Discrepant Reporting Style Preferences Between Clinicians and Radiologists.
Current problems in diagnostic radiology
RATIONALE AND OBJECTIVES: To compare preferences in reporting styles between radiologists and clinicians in structured vs unstructured reporting styles in order to facilitate better communication.
METHODS: An online survey was distributed to 5280 clinicians, radiologists, and physicians in training surveying respondent preference for three different reporting styles: expanded structured, minimized structured, and unstructured.
RESULTS: A 7.5% response rate was achieved. Overall, the expanded structured reporting style was the most preferred (47%, 186/394). This contrasted with radiologists who preferred the unstructured reporting style (41%), whereas nonradiologists preferred the expanded structured reporting style (51%; P < 0.001). There was significance in emergency medicine physicians preferring the minimized structured reporting style (51%, 27/43), whereas all other specialties preferred the expanded structured report (49%, 168/341; P = 0.0038).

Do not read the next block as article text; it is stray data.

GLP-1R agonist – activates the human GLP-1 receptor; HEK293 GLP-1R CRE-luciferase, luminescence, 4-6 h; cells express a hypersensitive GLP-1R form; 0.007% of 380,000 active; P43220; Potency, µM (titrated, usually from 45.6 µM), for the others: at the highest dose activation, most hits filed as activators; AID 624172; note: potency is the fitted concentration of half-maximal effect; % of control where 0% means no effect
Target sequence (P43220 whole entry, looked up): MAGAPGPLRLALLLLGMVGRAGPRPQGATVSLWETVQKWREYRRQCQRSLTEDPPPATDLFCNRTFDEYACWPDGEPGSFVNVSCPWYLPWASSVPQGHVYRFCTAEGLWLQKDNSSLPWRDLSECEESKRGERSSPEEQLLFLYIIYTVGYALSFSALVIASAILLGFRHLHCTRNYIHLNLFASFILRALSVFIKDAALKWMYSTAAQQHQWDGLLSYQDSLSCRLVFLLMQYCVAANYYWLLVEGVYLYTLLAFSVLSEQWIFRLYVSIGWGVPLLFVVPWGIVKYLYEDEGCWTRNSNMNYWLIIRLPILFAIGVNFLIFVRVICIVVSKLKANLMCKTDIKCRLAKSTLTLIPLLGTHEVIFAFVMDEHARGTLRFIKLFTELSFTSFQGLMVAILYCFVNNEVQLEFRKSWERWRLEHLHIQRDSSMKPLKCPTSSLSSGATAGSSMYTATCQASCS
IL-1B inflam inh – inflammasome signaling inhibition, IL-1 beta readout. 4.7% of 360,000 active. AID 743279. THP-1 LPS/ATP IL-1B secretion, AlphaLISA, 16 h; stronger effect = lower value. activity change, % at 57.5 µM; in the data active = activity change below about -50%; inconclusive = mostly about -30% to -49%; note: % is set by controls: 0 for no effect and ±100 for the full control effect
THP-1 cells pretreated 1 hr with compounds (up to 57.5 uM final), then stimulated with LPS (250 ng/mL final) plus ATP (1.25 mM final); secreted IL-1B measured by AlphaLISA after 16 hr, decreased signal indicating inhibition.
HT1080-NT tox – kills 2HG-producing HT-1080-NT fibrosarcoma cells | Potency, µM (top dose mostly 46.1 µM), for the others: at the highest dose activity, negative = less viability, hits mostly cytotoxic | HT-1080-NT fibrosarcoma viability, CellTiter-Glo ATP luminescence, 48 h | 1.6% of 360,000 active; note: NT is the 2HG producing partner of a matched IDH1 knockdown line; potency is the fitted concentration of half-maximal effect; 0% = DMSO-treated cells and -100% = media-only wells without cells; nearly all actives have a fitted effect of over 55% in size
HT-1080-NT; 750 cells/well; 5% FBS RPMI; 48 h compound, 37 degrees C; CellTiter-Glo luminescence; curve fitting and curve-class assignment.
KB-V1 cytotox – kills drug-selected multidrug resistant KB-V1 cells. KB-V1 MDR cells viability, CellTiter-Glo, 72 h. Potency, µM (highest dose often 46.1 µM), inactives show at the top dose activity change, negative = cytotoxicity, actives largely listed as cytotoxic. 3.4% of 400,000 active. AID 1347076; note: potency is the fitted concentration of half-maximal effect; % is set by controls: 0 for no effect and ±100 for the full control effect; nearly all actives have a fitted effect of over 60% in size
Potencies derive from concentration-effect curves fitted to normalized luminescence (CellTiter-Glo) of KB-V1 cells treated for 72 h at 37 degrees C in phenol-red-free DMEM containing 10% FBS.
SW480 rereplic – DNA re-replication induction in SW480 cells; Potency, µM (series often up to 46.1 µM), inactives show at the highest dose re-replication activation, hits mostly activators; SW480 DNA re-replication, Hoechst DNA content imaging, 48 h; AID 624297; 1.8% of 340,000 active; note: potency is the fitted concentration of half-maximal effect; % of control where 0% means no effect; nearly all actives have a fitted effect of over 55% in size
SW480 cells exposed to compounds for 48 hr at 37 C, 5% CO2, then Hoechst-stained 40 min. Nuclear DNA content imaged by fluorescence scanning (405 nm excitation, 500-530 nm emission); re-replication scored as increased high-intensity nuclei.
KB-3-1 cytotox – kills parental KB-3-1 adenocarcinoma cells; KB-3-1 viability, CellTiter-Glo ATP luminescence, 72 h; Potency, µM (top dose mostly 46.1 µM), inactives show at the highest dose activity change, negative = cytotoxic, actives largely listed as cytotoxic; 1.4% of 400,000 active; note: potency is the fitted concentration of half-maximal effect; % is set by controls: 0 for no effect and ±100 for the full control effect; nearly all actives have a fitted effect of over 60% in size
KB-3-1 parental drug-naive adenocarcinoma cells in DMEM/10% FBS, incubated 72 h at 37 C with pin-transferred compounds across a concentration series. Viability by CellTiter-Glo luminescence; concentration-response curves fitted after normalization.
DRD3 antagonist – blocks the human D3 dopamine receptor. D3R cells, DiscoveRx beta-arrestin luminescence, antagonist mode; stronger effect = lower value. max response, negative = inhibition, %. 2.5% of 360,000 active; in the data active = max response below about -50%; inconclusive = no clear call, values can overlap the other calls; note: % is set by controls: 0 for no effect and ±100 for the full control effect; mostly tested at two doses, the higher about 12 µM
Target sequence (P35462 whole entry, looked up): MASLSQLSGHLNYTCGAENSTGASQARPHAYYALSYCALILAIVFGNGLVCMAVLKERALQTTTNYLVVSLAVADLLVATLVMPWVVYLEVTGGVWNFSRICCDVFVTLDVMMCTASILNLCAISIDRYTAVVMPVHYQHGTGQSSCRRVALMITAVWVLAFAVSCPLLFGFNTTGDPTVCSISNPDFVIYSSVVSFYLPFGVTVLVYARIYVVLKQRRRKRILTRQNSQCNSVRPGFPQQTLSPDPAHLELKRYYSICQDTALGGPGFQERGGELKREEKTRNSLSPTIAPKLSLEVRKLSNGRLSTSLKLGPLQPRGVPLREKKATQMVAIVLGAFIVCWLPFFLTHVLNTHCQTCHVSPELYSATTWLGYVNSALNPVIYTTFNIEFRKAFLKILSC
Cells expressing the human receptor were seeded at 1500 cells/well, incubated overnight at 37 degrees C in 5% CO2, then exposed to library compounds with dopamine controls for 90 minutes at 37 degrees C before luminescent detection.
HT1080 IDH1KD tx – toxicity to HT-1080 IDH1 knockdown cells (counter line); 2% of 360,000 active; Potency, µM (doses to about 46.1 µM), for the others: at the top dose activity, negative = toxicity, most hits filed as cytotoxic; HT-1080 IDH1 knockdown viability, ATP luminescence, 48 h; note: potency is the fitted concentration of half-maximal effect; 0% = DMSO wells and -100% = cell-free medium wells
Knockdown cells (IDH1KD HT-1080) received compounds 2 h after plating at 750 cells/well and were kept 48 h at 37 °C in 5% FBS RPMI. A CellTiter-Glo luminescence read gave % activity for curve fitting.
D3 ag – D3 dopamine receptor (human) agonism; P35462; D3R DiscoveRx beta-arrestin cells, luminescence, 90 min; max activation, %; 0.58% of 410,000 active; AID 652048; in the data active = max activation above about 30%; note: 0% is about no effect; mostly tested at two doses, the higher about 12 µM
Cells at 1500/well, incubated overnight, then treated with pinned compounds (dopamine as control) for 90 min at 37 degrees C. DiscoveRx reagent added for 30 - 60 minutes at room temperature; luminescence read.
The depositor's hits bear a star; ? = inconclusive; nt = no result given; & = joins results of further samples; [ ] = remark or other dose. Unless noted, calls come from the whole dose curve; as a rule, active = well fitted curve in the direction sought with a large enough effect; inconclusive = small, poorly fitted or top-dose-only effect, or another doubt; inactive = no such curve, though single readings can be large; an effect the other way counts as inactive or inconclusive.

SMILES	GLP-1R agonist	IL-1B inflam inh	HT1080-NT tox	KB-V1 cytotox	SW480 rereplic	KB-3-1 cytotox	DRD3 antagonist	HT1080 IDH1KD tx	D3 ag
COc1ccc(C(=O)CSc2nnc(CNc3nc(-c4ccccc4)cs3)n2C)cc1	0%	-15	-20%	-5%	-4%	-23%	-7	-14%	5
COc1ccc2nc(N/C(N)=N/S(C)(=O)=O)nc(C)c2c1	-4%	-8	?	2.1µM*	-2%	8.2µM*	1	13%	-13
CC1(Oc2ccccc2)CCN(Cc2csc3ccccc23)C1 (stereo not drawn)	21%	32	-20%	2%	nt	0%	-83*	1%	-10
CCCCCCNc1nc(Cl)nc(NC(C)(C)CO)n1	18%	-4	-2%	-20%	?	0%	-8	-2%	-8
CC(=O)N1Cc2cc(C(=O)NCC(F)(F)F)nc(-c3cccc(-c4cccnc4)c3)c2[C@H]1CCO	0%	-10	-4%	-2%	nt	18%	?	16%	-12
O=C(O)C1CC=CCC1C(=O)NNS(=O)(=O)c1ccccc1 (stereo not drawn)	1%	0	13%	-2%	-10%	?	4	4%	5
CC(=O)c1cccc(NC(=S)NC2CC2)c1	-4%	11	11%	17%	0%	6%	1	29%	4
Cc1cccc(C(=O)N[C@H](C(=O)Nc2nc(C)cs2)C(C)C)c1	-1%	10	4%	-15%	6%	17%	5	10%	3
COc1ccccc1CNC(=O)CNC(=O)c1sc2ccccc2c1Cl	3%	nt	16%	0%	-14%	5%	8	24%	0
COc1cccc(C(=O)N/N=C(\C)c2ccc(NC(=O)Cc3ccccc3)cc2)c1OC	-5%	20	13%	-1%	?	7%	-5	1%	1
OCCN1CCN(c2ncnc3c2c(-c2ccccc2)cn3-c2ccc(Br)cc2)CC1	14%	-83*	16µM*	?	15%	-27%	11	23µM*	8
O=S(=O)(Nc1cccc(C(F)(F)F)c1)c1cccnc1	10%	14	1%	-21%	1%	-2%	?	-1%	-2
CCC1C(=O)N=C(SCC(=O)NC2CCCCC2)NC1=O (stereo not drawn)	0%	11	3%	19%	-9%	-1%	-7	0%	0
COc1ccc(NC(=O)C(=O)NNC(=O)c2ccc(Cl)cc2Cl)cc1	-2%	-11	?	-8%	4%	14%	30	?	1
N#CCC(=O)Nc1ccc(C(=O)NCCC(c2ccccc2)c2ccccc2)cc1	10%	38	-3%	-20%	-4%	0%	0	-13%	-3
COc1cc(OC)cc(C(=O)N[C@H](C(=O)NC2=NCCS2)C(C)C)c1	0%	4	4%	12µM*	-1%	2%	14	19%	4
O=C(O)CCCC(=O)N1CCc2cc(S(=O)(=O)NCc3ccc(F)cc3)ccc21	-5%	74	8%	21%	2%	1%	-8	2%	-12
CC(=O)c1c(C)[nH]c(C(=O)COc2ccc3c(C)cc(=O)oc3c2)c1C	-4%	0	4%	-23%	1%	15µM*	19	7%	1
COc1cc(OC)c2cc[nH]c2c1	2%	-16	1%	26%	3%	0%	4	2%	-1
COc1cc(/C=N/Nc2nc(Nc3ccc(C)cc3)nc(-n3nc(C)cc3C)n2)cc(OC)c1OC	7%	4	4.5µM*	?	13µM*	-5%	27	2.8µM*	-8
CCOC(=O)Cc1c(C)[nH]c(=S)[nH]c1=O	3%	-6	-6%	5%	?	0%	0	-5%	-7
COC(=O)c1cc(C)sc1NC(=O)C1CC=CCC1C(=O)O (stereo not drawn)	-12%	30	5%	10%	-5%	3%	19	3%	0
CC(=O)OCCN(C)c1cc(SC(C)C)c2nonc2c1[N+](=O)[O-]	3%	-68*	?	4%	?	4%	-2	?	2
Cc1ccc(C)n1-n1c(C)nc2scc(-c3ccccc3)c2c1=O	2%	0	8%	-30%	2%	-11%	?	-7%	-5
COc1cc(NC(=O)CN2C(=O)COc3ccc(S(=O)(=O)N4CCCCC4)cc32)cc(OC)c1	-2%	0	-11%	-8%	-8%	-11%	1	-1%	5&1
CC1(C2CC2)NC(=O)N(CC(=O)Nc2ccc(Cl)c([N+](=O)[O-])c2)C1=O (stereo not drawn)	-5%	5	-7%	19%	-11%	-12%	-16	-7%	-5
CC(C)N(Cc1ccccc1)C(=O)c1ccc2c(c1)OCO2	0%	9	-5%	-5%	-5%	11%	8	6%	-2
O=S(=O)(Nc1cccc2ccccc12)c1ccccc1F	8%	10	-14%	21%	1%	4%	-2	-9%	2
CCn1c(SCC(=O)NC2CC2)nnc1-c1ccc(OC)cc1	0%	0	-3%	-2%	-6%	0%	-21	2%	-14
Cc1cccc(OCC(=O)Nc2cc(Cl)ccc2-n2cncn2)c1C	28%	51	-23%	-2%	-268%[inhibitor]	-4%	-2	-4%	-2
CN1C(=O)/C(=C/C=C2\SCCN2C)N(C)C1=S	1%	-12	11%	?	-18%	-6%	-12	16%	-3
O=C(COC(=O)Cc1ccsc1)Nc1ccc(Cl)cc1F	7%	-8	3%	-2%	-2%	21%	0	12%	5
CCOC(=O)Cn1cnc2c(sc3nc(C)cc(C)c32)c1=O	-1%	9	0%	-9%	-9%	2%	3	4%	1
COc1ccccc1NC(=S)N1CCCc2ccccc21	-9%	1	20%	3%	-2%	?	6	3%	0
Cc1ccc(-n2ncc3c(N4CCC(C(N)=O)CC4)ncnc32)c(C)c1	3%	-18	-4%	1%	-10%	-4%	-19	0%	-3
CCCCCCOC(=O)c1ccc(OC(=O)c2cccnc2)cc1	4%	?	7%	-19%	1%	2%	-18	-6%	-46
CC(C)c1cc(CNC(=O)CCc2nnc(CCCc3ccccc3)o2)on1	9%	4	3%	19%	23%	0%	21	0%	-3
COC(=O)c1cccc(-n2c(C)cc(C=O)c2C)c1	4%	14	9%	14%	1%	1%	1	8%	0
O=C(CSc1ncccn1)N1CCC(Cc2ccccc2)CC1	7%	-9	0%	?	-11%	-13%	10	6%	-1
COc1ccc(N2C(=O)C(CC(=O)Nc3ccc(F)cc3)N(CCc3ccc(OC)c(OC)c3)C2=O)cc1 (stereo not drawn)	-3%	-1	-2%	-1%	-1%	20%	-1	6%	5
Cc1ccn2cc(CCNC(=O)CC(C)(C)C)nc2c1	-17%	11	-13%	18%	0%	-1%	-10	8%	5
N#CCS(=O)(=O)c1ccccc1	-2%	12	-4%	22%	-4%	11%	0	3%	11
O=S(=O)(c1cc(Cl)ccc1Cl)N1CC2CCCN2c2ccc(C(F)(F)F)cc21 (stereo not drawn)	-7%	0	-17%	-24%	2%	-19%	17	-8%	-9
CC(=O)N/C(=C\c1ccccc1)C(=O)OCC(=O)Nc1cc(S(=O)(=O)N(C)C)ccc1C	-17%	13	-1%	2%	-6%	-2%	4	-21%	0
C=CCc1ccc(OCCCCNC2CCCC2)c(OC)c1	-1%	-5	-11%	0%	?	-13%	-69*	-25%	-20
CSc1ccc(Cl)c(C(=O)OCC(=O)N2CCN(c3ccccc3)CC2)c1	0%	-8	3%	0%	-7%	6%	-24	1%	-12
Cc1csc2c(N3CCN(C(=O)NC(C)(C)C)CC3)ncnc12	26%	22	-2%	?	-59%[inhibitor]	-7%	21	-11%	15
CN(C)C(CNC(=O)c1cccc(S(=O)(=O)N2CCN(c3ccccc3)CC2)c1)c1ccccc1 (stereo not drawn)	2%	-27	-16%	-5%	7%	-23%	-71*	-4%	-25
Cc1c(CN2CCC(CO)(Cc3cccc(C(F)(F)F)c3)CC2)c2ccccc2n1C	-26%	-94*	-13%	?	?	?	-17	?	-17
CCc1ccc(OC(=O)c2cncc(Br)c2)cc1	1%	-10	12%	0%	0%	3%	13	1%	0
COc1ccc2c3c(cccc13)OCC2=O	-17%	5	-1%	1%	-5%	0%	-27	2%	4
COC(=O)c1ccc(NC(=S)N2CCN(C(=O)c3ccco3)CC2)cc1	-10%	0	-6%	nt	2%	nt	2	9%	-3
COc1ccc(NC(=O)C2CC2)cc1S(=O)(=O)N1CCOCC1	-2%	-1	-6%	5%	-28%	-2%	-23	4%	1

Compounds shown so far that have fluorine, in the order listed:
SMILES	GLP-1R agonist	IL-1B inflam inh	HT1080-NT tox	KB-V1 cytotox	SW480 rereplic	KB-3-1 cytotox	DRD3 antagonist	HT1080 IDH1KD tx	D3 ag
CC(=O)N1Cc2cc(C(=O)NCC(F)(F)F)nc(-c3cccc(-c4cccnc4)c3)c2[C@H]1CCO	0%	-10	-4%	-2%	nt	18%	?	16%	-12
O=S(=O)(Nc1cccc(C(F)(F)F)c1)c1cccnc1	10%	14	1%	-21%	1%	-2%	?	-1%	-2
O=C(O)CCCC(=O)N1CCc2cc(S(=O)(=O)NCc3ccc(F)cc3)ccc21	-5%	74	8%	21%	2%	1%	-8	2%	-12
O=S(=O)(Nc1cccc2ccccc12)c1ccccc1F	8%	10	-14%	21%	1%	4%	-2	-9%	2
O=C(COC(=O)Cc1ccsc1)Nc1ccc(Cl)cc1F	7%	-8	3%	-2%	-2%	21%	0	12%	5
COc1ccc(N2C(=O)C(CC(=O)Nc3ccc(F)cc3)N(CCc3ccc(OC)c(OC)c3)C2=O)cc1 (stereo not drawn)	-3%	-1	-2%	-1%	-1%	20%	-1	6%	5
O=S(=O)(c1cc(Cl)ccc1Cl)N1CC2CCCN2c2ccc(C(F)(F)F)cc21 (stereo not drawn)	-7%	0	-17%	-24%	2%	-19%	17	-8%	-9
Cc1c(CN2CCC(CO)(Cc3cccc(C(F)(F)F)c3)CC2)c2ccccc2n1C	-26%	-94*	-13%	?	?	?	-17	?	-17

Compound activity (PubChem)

DISCUSSION: There is a discrepant reporting style preference between clinicians and radiologists. A structured reporting style with expanded standard statements is preferred by most physicians. Radiologists could consider using a structured reporting style with minimized normal statements in the emergency room setting.
Kelsch R, Saon M, Sutherland E, Tech K, Al-Katib S. Discrepant Reporting Style Preferences Between Clinicians and Radiologists. Curr Probl Diagn Radiol. 2020 Nov 24:S0363-0188(20)30209-7. doi: 10.1067/j.cpradiol.2020.10.014. Epub ahead of print. PMID: 33272722.